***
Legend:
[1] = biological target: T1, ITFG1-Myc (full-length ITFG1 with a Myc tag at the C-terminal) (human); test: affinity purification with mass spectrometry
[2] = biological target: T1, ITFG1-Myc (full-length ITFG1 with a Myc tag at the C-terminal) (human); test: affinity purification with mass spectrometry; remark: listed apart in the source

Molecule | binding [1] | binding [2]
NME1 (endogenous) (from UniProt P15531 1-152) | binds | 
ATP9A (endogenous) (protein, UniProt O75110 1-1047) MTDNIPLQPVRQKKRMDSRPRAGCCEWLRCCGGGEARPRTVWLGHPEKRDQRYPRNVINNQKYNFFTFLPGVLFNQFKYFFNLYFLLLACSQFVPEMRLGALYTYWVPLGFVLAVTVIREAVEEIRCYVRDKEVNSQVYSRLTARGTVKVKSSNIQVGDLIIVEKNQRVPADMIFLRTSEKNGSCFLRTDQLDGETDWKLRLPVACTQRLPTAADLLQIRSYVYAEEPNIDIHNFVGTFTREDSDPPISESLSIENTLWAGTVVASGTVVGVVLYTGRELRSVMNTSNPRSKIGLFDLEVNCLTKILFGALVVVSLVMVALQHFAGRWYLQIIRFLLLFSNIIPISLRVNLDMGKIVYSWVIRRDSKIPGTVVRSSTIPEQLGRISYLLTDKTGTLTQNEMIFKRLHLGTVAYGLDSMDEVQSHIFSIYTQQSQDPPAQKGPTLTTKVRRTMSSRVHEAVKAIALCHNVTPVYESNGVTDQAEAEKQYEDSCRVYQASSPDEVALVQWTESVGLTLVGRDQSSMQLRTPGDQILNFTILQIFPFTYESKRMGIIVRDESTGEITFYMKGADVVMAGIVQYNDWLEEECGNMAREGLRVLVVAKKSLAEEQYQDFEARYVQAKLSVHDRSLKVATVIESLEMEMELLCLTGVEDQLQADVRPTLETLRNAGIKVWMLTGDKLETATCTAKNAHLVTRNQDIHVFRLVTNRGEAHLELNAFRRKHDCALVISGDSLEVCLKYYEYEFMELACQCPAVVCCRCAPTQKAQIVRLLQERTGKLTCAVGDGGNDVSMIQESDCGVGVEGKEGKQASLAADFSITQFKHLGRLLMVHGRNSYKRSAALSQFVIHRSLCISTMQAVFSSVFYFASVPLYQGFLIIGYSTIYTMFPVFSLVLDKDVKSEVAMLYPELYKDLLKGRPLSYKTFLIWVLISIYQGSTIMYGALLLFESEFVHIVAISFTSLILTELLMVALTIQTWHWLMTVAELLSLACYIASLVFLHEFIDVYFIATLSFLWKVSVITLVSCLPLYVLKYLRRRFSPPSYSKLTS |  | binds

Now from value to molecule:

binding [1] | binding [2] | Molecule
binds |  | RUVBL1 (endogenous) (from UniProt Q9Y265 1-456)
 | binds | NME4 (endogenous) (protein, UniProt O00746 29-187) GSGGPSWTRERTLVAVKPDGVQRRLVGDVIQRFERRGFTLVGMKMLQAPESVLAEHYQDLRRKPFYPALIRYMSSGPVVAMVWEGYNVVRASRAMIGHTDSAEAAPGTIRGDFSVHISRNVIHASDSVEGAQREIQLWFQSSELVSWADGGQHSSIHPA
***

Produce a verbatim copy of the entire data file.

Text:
Legend:
[1] = biological target: T1, ITFG1-Myc (full-length ITFG1 with a Myc tag at the C-terminal) (human); test: affinity purification with mass spectrometry
[2] = biological target: T1, ITFG1-Myc (full-length ITFG1 with a Myc tag at the C-terminal) (human); test: affinity purification with mass spectrometry; remark: listed apart in the source

Molecule | binding [1] | binding [2]
NME1 (endogenous) (from UniProt P15531 1-152) | binds | 
ATP9A (endogenous) (protein, UniProt O75110 1-1047) MTDNIPLQPVRQKKRMDSRPRAGCCEWLRCCGGGEARPRTVWLGHPEKRDQRYPRNVINNQKYNFFTFLPGVLFNQFKYFFNLYFLLLACSQFVPEMRLGALYTYWVPLGFVLAVTVIREAVEEIRCYVRDKEVNSQVYSRLTARGTVKVKSSNIQVGDLIIVEKNQRVPADMIFLRTSEKNGSCFLRTDQLDGETDWKLRLPVACTQRLPTAADLLQIRSYVYAEEPNIDIHNFVGTFTREDSDPPISESLSIENTLWAGTVVASGTVVGVVLYTGRELRSVMNTSNPRSKIGLFDLEVNCLTKILFGALVVVSLVMVALQHFAGRWYLQIIRFLLLFSNIIPISLRVNLDMGKIVYSWVIRRDSKIPGTVVRSSTIPEQLGRISYLLTDKTGTLTQNEMIFKRLHLGTVAYGLDSMDEVQSHIFSIYTQQSQDPPAQKGPTLTTKVRRTMSSRVHEAVKAIALCHNVTPVYESNGVTDQAEAEKQYEDSCRVYQASSPDEVALVQWTESVGLTLVGRDQSSMQLRTPGDQILNFTILQIFPFTYESKRMGIIVRDESTGEITFYMKGADVVMAGIVQYNDWLEEECGNMAREGLRVLVVAKKSLAEEQYQDFEARYVQAKLSVHDRSLKVATVIESLEMEMELLCLTGVEDQLQADVRPTLETLRNAGIKVWMLTGDKLETATCTAKNAHLVTRNQDIHVFRLVTNRGEAHLELNAFRRKHDCALVISGDSLEVCLKYYEYEFMELACQCPAVVCCRCAPTQKAQIVRLLQERTGKLTCAVGDGGNDVSMIQESDCGVGVEGKEGKQASLAADFSITQFKHLGRLLMVHGRNSYKRSAALSQFVIHRSLCISTMQAVFSSVFYFASVPLYQGFLIIGYSTIYTMFPVFSLVLDKDVKSEVAMLYPELYKDLLKGRPLSYKTFLIWVLISIYQGSTIMYGALLLFESEFVHIVAISFTSLILTELLMVALTIQTWHWLMTVAELLSLACYIASLVFLHEFIDVYFIATLSFLWKVSVITLVSCLPLYVLKYLRRRFSPPSYSKLTS |  | binds

Now from value to molecule:

binding [1] | binding [2] | Molecule
binds |  | RUVBL1 (endogenous) (from UniProt Q9Y265 1-456)
 | binds | NME4 (endogenous) (protein, UniProt O00746 29-187) GSGGPSWTRERTLVAVKPDGVQRRLVGDVIQRFERRGFTLVGMKMLQAPESVLAEHYQDLRRKPFYPALIRYMSSGPVVAMVWEGYNVVRASRAMIGHTDSAEAAPGTIRGDFSVHISRNVIHASDSVEGAQREIQLWFQSSELVSWADGGQHSSIHPA